When I went over to England for the first time over a year ago, my parents and I stayed in a Mariott on the opposite side of York from the University. I remember turning on the TV the night after arrival before literally passing out due to the inevitable jet lag resulting from such a long trip. One channel covered the selection of a new leader for the "oppostion" party, the Tories, by vote; the later result being David Cameron. On another, I saw for the first time bits and pieces of a recently completed series, Elizabeth, about the latter stage of the Tudor queen's life starring Helen Mirren and Jeremy Irons. At first, I compartmentalized it as "wow, these English folks really ARE obsessed with her reign." However, a few months later, I got to see the whole series for the first time from beginning to end when it re-aired. Apart from being well-acted and well-written, and, God forbid, well-researched, at least a portion of the focus struck me.
The first part centers on Elizabeth's relationship with Robert Dudley, and although there isn't much discussion on the matter between characters in such a way as to actively explain it, the acting between Mirren and Irons adds a third dimension that truly allows the viewer a new insight into that relationship in such a way as I have never seen in any other drama. The definition of this partnership ironically is colored by Elizabeth's decision to pursue a marriage with the Duke of Anjou. For perhaps the first time in her reign, she seriously considered the idea of marriage, and therefore, by extension, for the first time, Robert Dudley had to consider the idea of being without her primary affections and attentions. What she could not, because of circumstance, have with Robert Dudley, she realized she could have with the Duke and perhaps it was the first time she actually considered having it rather than continuing on without it entirely, or with it in a different form that wasn't entirely fulfilling for her with Dudley. If the English people had not objected to her marriage to the Duke, I wonder what decision she would have ultimately made for herself.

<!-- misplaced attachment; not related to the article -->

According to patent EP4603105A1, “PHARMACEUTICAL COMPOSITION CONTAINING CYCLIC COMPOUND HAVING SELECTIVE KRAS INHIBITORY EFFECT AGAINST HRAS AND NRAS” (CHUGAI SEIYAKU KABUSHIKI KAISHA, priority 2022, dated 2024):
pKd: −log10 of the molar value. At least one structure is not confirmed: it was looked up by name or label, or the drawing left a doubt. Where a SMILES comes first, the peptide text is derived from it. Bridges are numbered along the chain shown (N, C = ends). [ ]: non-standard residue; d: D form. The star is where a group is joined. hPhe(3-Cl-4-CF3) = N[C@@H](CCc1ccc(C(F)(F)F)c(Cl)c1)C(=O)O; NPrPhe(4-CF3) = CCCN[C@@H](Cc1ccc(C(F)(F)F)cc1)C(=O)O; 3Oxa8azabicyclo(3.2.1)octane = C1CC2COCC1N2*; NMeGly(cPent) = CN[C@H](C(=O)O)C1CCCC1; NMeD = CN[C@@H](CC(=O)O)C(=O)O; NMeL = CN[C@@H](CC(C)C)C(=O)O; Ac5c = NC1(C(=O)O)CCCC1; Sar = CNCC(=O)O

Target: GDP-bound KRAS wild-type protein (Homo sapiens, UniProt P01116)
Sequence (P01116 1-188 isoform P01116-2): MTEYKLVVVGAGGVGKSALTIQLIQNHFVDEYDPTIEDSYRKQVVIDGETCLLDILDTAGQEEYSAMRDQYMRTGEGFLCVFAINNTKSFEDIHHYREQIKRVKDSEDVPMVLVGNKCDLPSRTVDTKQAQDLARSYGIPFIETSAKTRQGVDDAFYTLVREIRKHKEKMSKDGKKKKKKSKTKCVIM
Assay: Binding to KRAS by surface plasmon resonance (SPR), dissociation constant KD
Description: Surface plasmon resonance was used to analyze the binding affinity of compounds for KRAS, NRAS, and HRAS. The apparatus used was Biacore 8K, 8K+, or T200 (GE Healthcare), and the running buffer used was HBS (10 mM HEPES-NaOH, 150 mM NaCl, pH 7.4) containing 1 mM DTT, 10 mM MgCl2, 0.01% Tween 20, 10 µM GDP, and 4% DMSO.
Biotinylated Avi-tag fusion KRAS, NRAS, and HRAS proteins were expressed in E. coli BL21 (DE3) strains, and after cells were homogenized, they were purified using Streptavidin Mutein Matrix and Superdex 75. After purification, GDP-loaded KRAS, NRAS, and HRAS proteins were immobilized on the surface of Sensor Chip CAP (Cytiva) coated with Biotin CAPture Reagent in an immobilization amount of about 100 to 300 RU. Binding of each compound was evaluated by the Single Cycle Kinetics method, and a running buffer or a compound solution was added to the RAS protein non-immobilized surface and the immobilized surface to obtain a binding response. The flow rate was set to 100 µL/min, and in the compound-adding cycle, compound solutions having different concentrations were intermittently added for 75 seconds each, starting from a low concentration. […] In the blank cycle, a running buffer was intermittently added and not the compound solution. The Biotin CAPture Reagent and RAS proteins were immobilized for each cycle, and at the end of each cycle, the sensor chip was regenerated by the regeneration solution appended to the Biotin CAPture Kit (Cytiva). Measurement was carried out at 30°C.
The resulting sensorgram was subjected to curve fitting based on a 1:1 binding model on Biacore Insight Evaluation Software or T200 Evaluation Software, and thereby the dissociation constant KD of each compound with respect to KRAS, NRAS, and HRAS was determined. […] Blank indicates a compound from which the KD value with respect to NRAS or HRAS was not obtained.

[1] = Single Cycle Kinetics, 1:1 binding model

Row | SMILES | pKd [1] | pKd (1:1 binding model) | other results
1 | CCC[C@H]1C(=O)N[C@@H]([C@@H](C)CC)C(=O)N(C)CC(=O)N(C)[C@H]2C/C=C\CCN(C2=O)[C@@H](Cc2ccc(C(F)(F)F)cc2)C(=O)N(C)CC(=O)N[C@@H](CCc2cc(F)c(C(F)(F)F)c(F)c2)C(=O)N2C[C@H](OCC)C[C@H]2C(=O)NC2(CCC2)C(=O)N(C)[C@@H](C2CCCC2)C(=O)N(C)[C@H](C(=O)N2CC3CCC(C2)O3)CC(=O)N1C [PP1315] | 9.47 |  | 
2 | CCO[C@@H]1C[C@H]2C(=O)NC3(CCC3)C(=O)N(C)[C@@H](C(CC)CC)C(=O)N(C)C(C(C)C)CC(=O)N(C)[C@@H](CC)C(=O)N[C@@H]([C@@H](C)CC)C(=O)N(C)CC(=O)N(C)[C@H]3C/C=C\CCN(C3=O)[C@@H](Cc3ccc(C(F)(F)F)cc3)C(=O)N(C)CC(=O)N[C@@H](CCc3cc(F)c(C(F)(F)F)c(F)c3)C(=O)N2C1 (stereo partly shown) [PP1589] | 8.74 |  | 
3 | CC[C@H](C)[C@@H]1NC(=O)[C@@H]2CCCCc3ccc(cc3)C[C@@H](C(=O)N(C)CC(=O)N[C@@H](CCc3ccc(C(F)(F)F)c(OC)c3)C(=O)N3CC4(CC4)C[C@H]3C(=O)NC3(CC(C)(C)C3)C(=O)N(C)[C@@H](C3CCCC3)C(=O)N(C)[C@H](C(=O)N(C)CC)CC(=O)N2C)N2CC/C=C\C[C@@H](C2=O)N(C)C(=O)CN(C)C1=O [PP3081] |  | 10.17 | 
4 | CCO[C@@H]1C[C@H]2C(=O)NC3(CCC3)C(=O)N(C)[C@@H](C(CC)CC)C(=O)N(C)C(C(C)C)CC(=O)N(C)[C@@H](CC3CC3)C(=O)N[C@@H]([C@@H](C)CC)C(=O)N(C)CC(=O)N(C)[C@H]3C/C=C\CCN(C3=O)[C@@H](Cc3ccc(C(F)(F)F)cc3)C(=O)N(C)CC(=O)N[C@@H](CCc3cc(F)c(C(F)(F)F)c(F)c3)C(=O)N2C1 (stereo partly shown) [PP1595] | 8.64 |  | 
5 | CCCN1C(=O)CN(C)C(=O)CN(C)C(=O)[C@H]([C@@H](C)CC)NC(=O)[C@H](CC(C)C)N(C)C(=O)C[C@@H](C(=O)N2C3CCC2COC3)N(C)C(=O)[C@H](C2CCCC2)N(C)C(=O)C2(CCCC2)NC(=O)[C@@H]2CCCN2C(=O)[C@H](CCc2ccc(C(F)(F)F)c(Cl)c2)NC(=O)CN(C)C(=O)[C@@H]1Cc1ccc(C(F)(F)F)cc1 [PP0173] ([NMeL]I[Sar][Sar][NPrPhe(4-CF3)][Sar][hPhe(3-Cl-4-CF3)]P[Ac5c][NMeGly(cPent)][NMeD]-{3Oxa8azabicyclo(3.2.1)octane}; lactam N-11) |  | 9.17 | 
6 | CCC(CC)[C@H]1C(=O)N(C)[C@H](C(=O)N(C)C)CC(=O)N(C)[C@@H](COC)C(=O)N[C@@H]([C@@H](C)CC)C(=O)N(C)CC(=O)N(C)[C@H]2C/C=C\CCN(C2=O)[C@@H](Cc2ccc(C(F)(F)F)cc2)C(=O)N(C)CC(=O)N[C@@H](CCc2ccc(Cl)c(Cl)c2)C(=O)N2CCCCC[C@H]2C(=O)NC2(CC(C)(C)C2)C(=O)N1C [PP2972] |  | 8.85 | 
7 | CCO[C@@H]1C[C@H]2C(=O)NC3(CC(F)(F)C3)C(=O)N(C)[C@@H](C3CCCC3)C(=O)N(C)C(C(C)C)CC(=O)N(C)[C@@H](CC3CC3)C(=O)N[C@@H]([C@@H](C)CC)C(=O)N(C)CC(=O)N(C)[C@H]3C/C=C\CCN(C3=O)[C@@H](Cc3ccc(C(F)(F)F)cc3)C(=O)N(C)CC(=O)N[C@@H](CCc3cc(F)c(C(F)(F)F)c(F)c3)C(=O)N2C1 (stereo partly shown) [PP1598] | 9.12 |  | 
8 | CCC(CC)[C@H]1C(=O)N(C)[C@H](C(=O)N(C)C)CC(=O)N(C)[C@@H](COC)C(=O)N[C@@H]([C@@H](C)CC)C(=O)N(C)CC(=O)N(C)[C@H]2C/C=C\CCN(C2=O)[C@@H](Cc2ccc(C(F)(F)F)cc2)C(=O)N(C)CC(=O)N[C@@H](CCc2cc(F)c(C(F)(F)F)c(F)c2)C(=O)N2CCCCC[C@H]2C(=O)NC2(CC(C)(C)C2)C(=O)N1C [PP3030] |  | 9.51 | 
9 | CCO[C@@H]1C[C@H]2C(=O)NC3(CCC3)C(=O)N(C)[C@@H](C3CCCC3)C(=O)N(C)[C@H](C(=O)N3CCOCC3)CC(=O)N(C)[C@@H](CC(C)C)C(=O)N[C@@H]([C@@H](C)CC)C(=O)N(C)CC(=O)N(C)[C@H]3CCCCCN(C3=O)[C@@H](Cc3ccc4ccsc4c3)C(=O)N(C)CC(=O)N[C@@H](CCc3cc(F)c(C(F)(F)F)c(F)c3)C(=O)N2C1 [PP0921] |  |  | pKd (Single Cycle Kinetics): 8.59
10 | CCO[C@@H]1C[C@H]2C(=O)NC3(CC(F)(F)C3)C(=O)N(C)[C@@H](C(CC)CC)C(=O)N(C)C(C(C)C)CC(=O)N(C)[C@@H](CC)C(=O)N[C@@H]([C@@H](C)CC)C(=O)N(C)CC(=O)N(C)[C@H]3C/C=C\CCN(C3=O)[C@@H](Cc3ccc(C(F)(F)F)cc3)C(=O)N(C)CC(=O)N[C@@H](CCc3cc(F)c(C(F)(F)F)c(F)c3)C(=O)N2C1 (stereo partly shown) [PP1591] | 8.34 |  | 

Gave me some food for thought, although I will leave my personal take on that subject to myself.